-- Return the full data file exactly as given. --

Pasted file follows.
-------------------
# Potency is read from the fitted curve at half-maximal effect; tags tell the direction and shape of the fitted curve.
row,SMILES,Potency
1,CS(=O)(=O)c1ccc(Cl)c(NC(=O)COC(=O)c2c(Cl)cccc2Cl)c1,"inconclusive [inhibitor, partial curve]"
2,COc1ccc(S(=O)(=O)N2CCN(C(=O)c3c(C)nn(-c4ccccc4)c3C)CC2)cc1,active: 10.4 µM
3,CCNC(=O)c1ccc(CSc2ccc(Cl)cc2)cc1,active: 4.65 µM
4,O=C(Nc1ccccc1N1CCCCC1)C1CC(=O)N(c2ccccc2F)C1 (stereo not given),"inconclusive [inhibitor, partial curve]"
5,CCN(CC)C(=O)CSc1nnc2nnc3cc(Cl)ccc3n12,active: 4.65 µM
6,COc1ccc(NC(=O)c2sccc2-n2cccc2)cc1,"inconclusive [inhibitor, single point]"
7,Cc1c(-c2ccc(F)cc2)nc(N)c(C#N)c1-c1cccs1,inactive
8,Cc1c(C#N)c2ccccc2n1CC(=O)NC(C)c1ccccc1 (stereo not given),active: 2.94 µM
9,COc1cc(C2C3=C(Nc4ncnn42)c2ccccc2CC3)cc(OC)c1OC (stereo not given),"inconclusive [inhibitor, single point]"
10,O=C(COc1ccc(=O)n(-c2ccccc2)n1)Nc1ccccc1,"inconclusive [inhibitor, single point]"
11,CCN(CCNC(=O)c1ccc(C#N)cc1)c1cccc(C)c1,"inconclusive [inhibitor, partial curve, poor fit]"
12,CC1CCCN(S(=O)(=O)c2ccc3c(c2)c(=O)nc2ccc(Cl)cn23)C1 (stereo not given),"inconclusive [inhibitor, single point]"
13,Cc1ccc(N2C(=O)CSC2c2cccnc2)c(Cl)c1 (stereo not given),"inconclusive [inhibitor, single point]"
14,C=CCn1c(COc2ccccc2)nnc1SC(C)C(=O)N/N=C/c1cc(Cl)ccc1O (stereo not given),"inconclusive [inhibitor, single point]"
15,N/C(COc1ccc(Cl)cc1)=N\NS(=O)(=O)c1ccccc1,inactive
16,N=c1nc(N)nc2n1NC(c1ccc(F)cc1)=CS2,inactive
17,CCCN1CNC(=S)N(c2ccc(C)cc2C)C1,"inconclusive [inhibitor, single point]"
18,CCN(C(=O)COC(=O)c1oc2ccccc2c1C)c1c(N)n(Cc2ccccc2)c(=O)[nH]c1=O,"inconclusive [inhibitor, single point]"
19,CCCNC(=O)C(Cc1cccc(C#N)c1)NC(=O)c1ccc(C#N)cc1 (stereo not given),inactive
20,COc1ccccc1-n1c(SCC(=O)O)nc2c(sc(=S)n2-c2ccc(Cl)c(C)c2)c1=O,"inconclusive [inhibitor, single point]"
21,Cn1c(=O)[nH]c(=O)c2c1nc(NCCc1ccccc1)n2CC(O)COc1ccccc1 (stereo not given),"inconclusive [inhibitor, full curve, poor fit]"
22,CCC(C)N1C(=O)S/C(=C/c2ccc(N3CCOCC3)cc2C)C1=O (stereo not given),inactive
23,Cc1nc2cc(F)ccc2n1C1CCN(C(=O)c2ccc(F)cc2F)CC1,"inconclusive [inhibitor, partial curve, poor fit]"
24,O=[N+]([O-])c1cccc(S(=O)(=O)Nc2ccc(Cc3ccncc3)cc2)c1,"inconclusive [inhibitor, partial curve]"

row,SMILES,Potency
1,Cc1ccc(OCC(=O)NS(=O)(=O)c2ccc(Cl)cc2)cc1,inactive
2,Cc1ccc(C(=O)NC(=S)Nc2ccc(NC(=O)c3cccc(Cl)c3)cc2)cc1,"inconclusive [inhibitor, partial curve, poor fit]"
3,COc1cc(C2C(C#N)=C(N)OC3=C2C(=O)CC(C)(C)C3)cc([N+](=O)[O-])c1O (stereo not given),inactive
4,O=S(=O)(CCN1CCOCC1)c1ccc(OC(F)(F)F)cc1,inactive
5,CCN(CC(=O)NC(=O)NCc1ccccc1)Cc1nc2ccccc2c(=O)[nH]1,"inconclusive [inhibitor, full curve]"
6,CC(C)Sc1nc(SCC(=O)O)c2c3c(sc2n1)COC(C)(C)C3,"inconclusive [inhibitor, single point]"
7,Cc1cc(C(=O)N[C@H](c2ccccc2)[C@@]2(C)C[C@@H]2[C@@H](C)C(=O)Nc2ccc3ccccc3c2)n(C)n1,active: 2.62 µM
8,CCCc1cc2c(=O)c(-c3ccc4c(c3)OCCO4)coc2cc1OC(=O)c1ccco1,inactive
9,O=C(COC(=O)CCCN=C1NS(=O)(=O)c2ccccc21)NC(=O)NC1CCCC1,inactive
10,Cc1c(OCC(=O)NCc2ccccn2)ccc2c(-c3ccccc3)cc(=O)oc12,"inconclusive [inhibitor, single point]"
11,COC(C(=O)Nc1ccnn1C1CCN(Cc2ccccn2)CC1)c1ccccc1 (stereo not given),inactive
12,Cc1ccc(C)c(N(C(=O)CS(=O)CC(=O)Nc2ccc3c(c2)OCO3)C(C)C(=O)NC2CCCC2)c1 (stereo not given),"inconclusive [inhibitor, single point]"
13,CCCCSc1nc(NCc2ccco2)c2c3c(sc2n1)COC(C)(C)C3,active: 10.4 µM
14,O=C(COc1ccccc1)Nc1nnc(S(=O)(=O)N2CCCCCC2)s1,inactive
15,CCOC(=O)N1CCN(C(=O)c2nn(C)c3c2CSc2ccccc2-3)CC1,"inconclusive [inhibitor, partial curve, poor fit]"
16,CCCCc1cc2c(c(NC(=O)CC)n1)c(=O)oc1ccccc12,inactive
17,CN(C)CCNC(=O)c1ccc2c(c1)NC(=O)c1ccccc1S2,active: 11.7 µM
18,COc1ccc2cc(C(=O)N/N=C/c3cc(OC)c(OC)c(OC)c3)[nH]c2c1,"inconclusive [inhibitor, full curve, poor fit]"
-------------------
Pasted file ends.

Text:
# Potency is read from the fitted curve at half-maximal effect; tags tell the direction and shape of the fitted curve.
row,SMILES,Potency
1,CS(=O)(=O)c1ccc(Cl)c(NC(=O)COC(=O)c2c(Cl)cccc2Cl)c1,"inconclusive [inhibitor, partial curve]"
2,COc1ccc(S(=O)(=O)N2CCN(C(=O)c3c(C)nn(-c4ccccc4)c3C)CC2)cc1,active: 10.4 µM
3,CCNC(=O)c1ccc(CSc2ccc(Cl)cc2)cc1,active: 4.65 µM
4,O=C(Nc1ccccc1N1CCCCC1)C1CC(=O)N(c2ccccc2F)C1 (stereo not given),"inconclusive [inhibitor, partial curve]"
5,CCN(CC)C(=O)CSc1nnc2nnc3cc(Cl)ccc3n12,active: 4.65 µM
6,COc1ccc(NC(=O)c2sccc2-n2cccc2)cc1,"inconclusive [inhibitor, single point]"
7,Cc1c(-c2ccc(F)cc2)nc(N)c(C#N)c1-c1cccs1,inactive
8,Cc1c(C#N)c2ccccc2n1CC(=O)NC(C)c1ccccc1 (stereo not given),active: 2.94 µM
9,COc1cc(C2C3=C(Nc4ncnn42)c2ccccc2CC3)cc(OC)c1OC (stereo not given),"inconclusive [inhibitor, single point]"
10,O=C(COc1ccc(=O)n(-c2ccccc2)n1)Nc1ccccc1,"inconclusive [inhibitor, single point]"
11,CCN(CCNC(=O)c1ccc(C#N)cc1)c1cccc(C)c1,"inconclusive [inhibitor, partial curve, poor fit]"
12,CC1CCCN(S(=O)(=O)c2ccc3c(c2)c(=O)nc2ccc(Cl)cn23)C1 (stereo not given),"inconclusive [inhibitor, single point]"
13,Cc1ccc(N2C(=O)CSC2c2cccnc2)c(Cl)c1 (stereo not given),"inconclusive [inhibitor, single point]"
14,C=CCn1c(COc2ccccc2)nnc1SC(C)C(=O)N/N=C/c1cc(Cl)ccc1O (stereo not given),"inconclusive [inhibitor, single point]"
15,N/C(COc1ccc(Cl)cc1)=N\NS(=O)(=O)c1ccccc1,inactive
16,N=c1nc(N)nc2n1NC(c1ccc(F)cc1)=CS2,inactive
17,CCCN1CNC(=S)N(c2ccc(C)cc2C)C1,"inconclusive [inhibitor, single point]"
18,CCN(C(=O)COC(=O)c1oc2ccccc2c1C)c1c(N)n(Cc2ccccc2)c(=O)[nH]c1=O,"inconclusive [inhibitor, single point]"
19,CCCNC(=O)C(Cc1cccc(C#N)c1)NC(=O)c1ccc(C#N)cc1 (stereo not given),inactive
20,COc1ccccc1-n1c(SCC(=O)O)nc2c(sc(=S)n2-c2ccc(Cl)c(C)c2)c1=O,"inconclusive [inhibitor, single point]"
21,Cn1c(=O)[nH]c(=O)c2c1nc(NCCc1ccccc1)n2CC(O)COc1ccccc1 (stereo not given),"inconclusive [inhibitor, full curve, poor fit]"
22,CCC(C)N1C(=O)S/C(=C/c2ccc(N3CCOCC3)cc2C)C1=O (stereo not given),inactive
23,Cc1nc2cc(F)ccc2n1C1CCN(C(=O)c2ccc(F)cc2F)CC1,"inconclusive [inhibitor, partial curve, poor fit]"
24,O=[N+]([O-])c1cccc(S(=O)(=O)Nc2ccc(Cc3ccncc3)cc2)c1,"inconclusive [inhibitor, partial curve]"

row,SMILES,Potency
1,Cc1ccc(OCC(=O)NS(=O)(=O)c2ccc(Cl)cc2)cc1,inactive
2,Cc1ccc(C(=O)NC(=S)Nc2ccc(NC(=O)c3cccc(Cl)c3)cc2)cc1,"inconclusive [inhibitor, partial curve, poor fit]"
3,COc1cc(C2C(C#N)=C(N)OC3=C2C(=O)CC(C)(C)C3)cc([N+](=O)[O-])c1O (stereo not given),inactive
4,O=S(=O)(CCN1CCOCC1)c1ccc(OC(F)(F)F)cc1,inactive
5,CCN(CC(=O)NC(=O)NCc1ccccc1)Cc1nc2ccccc2c(=O)[nH]1,"inconclusive [inhibitor, full curve]"
6,CC(C)Sc1nc(SCC(=O)O)c2c3c(sc2n1)COC(C)(C)C3,"inconclusive [inhibitor, single point]"
7,Cc1cc(C(=O)N[C@H](c2ccccc2)[C@@]2(C)C[C@@H]2[C@@H](C)C(=O)Nc2ccc3ccccc3c2)n(C)n1,active: 2.62 µM
8,CCCc1cc2c(=O)c(-c3ccc4c(c3)OCCO4)coc2cc1OC(=O)c1ccco1,inactive
9,O=C(COC(=O)CCCN=C1NS(=O)(=O)c2ccccc21)NC(=O)NC1CCCC1,inactive
10,Cc1c(OCC(=O)NCc2ccccn2)ccc2c(-c3ccccc3)cc(=O)oc12,"inconclusive [inhibitor, single point]"
11,COC(C(=O)Nc1ccnn1C1CCN(Cc2ccccn2)CC1)c1ccccc1 (stereo not given),inactive
12,Cc1ccc(C)c(N(C(=O)CS(=O)CC(=O)Nc2ccc3c(c2)OCO3)C(C)C(=O)NC2CCCC2)c1 (stereo not given),"inconclusive [inhibitor, single point]"
13,CCCCSc1nc(NCc2ccco2)c2c3c(sc2n1)COC(C)(C)C3,active: 10.4 µM
14,O=C(COc1ccccc1)Nc1nnc(S(=O)(=O)N2CCCCCC2)s1,inactive
15,CCOC(=O)N1CCN(C(=O)c2nn(C)c3c2CSc2ccccc2-3)CC1,"inconclusive [inhibitor, partial curve, poor fit]"
16,CCCCc1cc2c(c(NC(=O)CC)n1)c(=O)oc1ccccc12,inactive
17,CN(C)CCNC(=O)c1ccc2c(c1)NC(=O)c1ccccc1S2,active: 11.7 µM
18,COc1ccc2cc(C(=O)N/N=C/c3cc(OC)c(OC)c(OC)c3)[nH]c2c1,"inconclusive [inhibitor, full curve, poor fit]"